Already, nearly half the world’s population lives in countries with birthrates below the replacement level. According to the Census Bureau, the total increase in global manpower between 2010 and 2030 will be just half the increase we experienced in the two decades that just ended. At the same time, according to work by the International Institute of Applied Systems Analysis, the growth in educational attainment around the world is slowing.

This leads to what the writer Philip Longman has called the gray tsunami — a situation in which huge shares of the population are over 60 and small shares are under 30.

Some countries have it worse than others. Since the end of the Soviet Union, Russia has managed the trick of having low birthrates and high death rates. Russian life expectancy is basically the same as it was 50 years ago, and the nation’s population has declined by roughly six million since 1992.

Rapidly aging Japan has one of the worst demographic profiles, and most European profiles are famously grim. In China, long-term economic growth could face serious demographic restraints. The number of Chinese senior citizens is soaring by 3.7 percent year after year. By 2030, as Eberstadt notes, there will be many more older workers (ages 50-64) than younger workers (15-29). In 2010, there were almost twice as many younger ones. In a culture where there is low social trust outside the family, a generation of only children is giving birth to another generation of only children, which is bound to lead to deep social change.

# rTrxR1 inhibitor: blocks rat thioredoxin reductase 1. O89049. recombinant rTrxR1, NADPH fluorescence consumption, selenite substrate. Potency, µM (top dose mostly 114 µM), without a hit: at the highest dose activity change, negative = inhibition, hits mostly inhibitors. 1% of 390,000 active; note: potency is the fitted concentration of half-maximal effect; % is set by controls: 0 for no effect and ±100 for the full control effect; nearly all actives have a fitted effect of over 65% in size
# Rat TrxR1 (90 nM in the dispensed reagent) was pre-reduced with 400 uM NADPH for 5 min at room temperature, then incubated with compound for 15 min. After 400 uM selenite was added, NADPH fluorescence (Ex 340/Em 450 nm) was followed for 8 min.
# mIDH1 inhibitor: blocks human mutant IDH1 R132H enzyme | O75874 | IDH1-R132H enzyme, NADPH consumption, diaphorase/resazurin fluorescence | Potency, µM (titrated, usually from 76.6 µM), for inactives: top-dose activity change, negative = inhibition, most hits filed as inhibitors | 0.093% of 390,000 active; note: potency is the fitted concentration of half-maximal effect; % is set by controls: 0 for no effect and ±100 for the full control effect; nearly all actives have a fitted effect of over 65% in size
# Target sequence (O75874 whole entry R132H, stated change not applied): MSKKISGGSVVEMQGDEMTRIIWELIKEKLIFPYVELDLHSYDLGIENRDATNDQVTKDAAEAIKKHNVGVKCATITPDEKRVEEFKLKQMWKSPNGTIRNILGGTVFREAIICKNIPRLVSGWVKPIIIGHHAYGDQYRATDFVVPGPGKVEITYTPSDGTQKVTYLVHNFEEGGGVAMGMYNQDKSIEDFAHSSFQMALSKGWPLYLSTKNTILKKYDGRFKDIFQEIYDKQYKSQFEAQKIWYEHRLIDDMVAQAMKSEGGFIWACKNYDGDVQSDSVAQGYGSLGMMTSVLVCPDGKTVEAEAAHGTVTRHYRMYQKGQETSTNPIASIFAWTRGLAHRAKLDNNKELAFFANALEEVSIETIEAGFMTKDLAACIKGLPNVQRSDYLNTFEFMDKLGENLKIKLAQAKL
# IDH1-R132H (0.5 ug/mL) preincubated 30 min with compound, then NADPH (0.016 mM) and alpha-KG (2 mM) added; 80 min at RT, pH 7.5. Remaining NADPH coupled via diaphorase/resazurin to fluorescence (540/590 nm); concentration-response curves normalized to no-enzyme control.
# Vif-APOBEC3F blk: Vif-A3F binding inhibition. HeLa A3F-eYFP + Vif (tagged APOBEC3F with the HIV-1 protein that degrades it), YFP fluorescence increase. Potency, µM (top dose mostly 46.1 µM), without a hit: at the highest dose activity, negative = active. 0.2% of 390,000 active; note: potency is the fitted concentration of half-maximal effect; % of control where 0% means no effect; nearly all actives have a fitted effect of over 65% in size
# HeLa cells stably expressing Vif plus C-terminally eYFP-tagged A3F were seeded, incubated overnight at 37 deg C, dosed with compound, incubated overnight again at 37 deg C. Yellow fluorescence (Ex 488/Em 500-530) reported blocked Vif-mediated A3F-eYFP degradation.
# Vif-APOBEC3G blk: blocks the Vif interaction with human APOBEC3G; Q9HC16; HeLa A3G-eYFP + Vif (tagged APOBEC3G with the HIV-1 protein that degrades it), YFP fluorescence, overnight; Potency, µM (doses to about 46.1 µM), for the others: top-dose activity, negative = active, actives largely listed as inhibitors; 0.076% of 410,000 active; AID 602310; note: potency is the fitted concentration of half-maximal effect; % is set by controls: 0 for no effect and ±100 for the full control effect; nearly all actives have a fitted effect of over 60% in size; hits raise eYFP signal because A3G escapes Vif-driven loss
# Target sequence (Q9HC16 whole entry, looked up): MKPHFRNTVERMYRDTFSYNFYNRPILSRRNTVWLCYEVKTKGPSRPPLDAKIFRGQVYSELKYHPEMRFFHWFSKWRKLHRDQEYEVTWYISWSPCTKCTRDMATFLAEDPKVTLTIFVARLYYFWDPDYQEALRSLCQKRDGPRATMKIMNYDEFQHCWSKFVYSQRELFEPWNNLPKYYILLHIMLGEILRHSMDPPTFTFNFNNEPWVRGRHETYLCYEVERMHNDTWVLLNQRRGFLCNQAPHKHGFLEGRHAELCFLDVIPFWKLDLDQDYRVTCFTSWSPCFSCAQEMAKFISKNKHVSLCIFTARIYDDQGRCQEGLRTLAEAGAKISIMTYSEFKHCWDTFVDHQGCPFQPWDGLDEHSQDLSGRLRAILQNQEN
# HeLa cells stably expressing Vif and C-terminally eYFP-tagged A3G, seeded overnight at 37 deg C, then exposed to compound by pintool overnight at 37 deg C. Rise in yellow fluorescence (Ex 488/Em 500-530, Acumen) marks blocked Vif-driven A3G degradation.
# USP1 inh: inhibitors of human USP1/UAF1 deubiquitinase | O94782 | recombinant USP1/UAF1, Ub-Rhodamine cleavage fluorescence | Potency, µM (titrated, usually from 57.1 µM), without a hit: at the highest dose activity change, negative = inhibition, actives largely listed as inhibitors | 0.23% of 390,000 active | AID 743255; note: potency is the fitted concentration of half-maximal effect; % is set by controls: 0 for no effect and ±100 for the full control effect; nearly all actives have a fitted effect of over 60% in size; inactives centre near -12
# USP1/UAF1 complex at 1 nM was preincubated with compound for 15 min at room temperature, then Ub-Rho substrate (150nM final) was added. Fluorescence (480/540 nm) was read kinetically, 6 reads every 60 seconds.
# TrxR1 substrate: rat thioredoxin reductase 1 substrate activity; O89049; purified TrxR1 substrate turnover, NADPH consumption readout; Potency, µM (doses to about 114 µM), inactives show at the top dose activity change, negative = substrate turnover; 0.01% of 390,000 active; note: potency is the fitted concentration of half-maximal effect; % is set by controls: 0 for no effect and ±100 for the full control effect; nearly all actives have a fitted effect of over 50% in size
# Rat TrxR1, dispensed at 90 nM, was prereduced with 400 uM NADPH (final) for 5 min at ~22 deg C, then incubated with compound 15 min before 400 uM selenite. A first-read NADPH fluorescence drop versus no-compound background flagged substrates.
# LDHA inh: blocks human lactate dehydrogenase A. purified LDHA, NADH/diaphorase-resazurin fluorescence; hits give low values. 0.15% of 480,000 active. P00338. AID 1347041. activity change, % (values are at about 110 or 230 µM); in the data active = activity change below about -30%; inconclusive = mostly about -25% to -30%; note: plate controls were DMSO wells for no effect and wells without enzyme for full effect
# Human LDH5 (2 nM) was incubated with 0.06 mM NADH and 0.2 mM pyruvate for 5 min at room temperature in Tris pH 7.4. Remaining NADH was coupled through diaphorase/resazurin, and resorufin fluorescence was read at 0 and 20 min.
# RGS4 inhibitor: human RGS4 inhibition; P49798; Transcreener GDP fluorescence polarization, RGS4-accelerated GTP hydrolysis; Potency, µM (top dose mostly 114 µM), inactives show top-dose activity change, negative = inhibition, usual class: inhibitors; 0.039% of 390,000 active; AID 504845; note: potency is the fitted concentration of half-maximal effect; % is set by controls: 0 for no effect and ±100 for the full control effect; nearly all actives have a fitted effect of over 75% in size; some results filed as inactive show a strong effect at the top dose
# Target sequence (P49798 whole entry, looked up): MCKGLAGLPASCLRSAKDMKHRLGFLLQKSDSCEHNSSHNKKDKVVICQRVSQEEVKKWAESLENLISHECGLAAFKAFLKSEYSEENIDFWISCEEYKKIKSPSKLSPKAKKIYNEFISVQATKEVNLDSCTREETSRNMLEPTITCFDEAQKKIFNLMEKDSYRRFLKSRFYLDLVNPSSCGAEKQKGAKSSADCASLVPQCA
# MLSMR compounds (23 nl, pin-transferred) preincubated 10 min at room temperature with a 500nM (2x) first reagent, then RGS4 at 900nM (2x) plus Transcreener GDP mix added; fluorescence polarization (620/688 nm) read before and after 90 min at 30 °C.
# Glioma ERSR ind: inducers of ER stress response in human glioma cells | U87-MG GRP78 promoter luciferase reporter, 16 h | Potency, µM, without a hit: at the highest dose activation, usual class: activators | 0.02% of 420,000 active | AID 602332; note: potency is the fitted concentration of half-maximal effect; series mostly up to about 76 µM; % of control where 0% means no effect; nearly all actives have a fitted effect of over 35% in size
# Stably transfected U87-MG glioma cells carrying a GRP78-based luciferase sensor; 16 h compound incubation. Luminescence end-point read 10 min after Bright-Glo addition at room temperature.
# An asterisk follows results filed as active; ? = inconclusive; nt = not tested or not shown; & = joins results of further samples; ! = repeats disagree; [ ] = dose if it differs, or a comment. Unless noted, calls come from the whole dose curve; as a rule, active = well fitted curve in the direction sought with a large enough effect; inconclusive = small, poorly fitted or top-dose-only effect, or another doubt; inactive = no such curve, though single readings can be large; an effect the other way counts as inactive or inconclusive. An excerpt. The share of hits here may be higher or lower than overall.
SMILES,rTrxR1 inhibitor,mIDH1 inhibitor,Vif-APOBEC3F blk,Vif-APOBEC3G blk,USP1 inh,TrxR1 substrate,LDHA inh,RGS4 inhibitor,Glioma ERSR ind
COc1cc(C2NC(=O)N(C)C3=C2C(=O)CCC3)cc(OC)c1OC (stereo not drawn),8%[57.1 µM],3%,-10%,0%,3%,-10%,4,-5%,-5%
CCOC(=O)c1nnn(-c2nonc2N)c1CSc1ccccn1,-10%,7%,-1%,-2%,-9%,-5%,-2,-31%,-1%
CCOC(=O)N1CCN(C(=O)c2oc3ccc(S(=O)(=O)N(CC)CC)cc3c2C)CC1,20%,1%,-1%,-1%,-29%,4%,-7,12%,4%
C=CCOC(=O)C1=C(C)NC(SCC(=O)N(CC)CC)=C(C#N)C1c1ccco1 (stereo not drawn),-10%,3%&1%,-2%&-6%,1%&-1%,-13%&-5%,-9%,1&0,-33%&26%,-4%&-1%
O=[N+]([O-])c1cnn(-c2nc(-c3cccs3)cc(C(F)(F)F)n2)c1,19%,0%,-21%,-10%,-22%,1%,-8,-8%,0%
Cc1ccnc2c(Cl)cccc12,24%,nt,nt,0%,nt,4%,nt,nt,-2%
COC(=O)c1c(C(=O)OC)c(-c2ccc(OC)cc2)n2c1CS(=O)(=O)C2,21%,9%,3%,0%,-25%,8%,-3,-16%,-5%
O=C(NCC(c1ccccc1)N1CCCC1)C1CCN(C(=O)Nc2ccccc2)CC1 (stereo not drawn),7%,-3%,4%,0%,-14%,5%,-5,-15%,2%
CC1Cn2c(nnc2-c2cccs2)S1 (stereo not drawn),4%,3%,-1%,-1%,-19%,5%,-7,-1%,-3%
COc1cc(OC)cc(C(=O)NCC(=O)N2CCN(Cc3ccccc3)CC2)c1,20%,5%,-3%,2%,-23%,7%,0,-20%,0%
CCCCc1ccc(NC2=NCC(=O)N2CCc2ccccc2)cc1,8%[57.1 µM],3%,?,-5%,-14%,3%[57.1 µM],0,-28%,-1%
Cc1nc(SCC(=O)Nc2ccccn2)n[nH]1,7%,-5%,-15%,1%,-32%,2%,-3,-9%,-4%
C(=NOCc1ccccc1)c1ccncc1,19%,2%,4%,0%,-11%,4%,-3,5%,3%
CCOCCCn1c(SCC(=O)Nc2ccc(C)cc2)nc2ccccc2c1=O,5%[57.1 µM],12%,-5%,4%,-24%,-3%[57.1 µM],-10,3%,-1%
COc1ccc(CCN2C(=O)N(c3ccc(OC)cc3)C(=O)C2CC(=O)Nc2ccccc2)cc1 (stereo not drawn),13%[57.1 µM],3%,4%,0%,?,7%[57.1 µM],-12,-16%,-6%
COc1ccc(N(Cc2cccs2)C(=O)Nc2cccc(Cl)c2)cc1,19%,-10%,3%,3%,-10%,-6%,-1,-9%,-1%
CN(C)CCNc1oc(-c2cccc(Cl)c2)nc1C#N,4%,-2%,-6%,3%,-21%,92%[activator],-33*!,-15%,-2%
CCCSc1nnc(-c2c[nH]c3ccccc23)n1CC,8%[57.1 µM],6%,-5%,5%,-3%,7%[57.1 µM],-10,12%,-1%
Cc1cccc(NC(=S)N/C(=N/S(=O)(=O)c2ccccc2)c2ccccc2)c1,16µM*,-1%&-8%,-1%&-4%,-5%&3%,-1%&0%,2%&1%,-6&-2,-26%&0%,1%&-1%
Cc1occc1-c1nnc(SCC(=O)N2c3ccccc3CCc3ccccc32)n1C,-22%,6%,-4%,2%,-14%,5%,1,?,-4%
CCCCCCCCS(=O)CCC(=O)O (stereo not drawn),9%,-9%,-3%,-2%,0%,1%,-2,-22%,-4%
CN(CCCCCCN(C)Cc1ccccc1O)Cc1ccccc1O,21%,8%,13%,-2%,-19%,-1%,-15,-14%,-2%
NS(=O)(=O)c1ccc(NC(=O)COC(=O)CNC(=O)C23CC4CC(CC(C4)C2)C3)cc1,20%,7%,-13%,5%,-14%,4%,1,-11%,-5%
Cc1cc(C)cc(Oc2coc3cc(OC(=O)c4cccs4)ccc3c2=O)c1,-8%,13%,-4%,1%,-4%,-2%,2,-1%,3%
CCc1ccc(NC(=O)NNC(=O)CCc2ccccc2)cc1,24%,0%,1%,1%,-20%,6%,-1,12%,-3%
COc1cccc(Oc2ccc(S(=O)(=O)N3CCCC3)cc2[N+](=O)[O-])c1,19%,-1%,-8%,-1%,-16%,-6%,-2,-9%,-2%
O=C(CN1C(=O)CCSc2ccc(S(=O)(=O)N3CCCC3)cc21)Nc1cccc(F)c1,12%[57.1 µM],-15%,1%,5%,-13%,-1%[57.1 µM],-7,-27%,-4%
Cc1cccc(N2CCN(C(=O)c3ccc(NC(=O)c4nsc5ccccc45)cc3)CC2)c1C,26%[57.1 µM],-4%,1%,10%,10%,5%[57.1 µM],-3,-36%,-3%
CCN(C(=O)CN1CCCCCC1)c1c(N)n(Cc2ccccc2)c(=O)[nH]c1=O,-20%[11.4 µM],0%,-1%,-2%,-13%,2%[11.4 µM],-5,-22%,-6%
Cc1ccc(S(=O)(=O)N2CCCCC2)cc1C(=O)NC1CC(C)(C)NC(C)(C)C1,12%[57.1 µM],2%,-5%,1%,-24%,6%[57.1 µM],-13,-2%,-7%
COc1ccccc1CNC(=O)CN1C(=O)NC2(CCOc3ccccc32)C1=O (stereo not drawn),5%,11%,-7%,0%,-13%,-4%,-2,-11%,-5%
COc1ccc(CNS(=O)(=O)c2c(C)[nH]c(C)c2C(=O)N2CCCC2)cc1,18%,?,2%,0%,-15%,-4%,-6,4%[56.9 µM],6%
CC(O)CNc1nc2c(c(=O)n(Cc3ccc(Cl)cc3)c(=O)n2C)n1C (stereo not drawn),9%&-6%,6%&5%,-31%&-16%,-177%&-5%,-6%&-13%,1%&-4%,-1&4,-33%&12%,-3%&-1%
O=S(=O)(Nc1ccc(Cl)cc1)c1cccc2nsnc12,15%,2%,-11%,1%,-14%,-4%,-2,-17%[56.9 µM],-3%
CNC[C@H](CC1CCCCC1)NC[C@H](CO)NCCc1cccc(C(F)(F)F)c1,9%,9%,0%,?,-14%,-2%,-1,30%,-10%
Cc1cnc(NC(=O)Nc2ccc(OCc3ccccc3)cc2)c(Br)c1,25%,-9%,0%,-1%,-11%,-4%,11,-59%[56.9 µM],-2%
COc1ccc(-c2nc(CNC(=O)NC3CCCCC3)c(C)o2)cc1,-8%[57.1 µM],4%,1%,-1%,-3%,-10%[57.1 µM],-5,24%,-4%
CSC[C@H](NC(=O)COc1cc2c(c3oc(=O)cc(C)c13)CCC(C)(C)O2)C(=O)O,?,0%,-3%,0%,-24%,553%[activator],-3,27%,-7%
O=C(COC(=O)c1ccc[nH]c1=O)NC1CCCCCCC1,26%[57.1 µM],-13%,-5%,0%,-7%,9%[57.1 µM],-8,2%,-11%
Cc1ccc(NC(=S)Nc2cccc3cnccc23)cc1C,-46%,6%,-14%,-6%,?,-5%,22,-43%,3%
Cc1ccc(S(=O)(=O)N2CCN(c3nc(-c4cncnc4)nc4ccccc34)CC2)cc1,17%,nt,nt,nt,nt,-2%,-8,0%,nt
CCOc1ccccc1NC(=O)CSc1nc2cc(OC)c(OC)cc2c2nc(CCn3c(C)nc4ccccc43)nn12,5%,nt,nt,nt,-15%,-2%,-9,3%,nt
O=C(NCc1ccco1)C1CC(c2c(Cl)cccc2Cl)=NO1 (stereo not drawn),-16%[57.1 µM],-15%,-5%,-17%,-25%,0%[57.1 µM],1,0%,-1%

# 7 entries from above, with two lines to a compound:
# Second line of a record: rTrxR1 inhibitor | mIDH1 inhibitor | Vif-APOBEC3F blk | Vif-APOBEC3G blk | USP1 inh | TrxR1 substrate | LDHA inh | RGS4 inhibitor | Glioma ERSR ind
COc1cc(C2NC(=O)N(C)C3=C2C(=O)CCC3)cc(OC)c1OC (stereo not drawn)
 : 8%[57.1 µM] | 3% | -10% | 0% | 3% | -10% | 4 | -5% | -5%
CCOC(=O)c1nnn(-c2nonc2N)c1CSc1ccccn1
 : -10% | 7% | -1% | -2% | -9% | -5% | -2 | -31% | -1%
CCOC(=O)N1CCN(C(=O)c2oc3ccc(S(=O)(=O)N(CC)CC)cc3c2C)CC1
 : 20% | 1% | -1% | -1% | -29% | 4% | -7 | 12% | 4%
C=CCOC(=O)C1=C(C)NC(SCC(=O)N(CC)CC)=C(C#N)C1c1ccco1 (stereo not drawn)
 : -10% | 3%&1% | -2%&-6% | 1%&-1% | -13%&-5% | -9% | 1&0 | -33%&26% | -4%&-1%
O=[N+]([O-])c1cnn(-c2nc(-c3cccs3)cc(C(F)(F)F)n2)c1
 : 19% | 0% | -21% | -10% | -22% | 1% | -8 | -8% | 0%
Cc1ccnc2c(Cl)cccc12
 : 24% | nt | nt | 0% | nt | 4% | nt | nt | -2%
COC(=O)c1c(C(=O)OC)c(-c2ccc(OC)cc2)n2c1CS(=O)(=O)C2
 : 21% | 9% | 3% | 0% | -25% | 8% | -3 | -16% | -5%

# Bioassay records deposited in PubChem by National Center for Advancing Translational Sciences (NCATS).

Here's a Canadian columnist saying pretty much the same thing:
The world is on the threshold of what might be called “peak people.” The world’s supply of working-age people will soon be shrinking, causing a shift from surplus to scarcity. As with “peak oil” theories – which hold that declining petroleum supplies will trigger global economic instability – the claims of the doomsayers are too hyperbolic and hysterical. These are not existential threats but rather policy challenges. That said, they’re very big policy challenges.

About 11 per cent of the world’s people are over 60 at the moment. In the next 25 years that will double, to almost a fifth, and one in six of those people will be over 80, according to a forthcoming book, Global Aging in the 21st Century, by sociologists Susan McDaniel of the University of Lethbridge and Zachary Zimmer of the University of California.

While this is affecting every country and region – even sub-Saharan Africa is now seeing a very fast rise in its proportion of seniors – some countries are being hit very hard. While 12 per cent of Chinese are now over 60, in two decades, there will be more than 28 per cent. Brazil faces a similar blow. It will be very difficult for countries that are only just emerging from poverty to suddenly face huge elder-care costs.